The youth movement is led by Pulisic; the midfielder has scored 14 goals in 34 games for the U.S., but that is hardly his greatest contribution. Pulisic was the only beacon of hope that night in Trinidad and Tobago. Although he didn’t play his best game of qualifiers, he was the silver lining to the team’s fans because we knew he would be in his prime by the time the next cycle came around.
Two years later, Pulisic just keeps getting better. While some U.S. internationals are scoring in the MLS, Pulisic has been scoring in the Champions League and Premier League. Unlike most Americans who play for European clubs, Pulisic is not a role player, he’s a star.
In six Premier League games, Pulisic has logged five goals and two assists for Chelsea FC. On Nov. 8, 2018, Pulisic became the youngest captain in the national team’s history at age 20.
Pulisic has not been alone in his success. Forward Jordan Morris and midfielder Weston McKennie have added to this era of excitement for U.S. fans. McKennie has already played 56 games for the German top division club, Schalke 04. In his 18 games with the U.S., he has scored six goals from a holding midfielder position.
McKennie and Pulisic play with confidence for the U.S. Unlike MLS players, most international games for the two could be considered a break from the tough competition they face in Europe.
Morris has given Berhalter an athletic offensive option — the former NCAA D-I Player of the Year has had a rockier start due to injury. Morris scored his first international goal against rival opponent Mexico in a friendly. The first thing you notice about Morris is his speed and eye for goals. In 2017 he scored the game-winner in the CONCACAF Gold Cup finals against Jamaica. On Friday he scored against Canada in 4-1 win.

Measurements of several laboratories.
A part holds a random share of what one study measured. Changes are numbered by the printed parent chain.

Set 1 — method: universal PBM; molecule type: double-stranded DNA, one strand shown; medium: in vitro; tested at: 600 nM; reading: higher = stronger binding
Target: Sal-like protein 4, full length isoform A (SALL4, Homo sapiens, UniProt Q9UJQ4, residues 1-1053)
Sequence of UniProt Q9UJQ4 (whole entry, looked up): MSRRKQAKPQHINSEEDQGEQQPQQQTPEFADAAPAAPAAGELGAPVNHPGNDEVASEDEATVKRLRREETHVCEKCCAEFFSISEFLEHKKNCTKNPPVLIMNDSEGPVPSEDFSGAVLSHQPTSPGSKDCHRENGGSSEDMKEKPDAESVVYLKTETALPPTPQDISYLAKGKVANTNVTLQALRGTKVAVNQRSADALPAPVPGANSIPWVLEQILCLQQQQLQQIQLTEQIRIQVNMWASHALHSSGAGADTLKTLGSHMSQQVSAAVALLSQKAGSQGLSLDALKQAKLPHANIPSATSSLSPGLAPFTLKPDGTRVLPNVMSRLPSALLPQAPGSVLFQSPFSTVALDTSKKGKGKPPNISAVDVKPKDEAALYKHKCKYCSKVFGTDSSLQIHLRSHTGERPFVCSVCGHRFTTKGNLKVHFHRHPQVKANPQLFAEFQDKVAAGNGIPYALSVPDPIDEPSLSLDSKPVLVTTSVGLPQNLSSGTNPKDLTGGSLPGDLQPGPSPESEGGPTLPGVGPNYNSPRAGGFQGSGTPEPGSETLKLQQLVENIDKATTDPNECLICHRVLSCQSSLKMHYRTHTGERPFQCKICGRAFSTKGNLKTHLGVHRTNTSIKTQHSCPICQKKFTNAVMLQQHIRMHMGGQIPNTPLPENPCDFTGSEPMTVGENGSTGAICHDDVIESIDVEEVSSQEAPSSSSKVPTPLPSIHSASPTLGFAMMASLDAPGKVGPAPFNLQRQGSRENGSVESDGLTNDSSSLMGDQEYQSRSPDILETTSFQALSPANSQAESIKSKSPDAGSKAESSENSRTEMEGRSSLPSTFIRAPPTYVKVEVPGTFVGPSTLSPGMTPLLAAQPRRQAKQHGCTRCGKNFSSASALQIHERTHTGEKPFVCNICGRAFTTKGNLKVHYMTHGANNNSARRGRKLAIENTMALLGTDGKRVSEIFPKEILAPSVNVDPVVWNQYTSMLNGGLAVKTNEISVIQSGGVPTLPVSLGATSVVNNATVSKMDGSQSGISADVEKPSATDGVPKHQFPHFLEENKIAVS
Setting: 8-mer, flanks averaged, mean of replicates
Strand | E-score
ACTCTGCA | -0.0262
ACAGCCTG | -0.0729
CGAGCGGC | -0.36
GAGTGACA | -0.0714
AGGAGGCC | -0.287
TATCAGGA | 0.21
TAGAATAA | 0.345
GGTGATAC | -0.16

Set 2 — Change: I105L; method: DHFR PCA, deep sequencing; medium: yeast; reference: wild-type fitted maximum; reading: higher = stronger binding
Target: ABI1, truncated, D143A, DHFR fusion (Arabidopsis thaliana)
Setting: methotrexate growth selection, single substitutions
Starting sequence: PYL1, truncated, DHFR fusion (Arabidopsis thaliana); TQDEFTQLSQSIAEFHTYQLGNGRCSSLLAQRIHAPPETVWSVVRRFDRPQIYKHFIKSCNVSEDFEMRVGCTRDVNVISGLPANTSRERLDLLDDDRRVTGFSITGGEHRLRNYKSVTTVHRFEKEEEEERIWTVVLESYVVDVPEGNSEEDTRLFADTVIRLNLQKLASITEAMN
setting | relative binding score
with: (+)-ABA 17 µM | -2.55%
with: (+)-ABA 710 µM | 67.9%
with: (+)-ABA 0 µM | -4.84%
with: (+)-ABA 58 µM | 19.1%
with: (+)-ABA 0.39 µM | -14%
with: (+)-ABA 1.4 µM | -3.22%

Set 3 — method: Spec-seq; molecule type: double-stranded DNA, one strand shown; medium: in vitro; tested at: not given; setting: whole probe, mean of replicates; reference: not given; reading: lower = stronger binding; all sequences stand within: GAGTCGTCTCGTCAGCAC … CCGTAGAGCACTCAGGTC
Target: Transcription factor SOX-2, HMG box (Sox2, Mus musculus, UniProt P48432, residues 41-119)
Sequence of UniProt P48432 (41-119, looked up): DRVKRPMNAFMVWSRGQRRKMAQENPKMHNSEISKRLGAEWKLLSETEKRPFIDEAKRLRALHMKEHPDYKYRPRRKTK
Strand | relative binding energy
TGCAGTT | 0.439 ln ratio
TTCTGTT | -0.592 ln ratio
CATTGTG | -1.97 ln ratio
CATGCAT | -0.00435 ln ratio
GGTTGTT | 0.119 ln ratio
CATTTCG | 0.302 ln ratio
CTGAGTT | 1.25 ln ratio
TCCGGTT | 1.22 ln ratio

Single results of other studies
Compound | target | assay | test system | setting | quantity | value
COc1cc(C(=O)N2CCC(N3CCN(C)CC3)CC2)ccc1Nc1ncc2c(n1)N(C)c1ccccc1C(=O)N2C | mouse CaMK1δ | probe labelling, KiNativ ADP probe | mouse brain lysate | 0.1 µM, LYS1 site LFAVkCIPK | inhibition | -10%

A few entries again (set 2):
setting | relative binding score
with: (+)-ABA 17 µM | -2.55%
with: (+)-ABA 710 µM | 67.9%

The youth movement isn’t perfect. The U.S has lost some big games with Pulisc and McKennie at the helm but development isn’t always measured in wins. For years, the U.S. has tried to create an identity with players such as Bradley and Altidore. With players like Pulisic and McKennie, we have swagger, and more importantly, we have superstars in the making.
Other players in the youth movement worth mentioning are Newcastle defender DeAndre Yedlin, Manchester City goalkeeper Zack Steffen and D.C. United midfielder Paul Arriola. This group is solid and eager to fix the mistakes of their predecessors.
The U.S. will have talented strikers to choose from for the first time since the Clint Dempsey era with 19-year-old Werder Bremen striker Josh Sargent. The U.S. has won the battle for Dutch-born Ajax defender Sergino Dest, who chose to play with the U.S. over his home country of the Netherlands.
The team is taking a step in the right direction. Last month’s team that beat Cuba 7-0 was the youngest U.S. team ever with an average age of 24. Although they suffered a setback in a loss to Canada 2-0, they rectified that mistake with a decisive 4-1 victory on Nov. 15 against Canada.
The future is bright, and fans are ready to give the younger players every possible chance they can — even if that means leaving some veterans at home.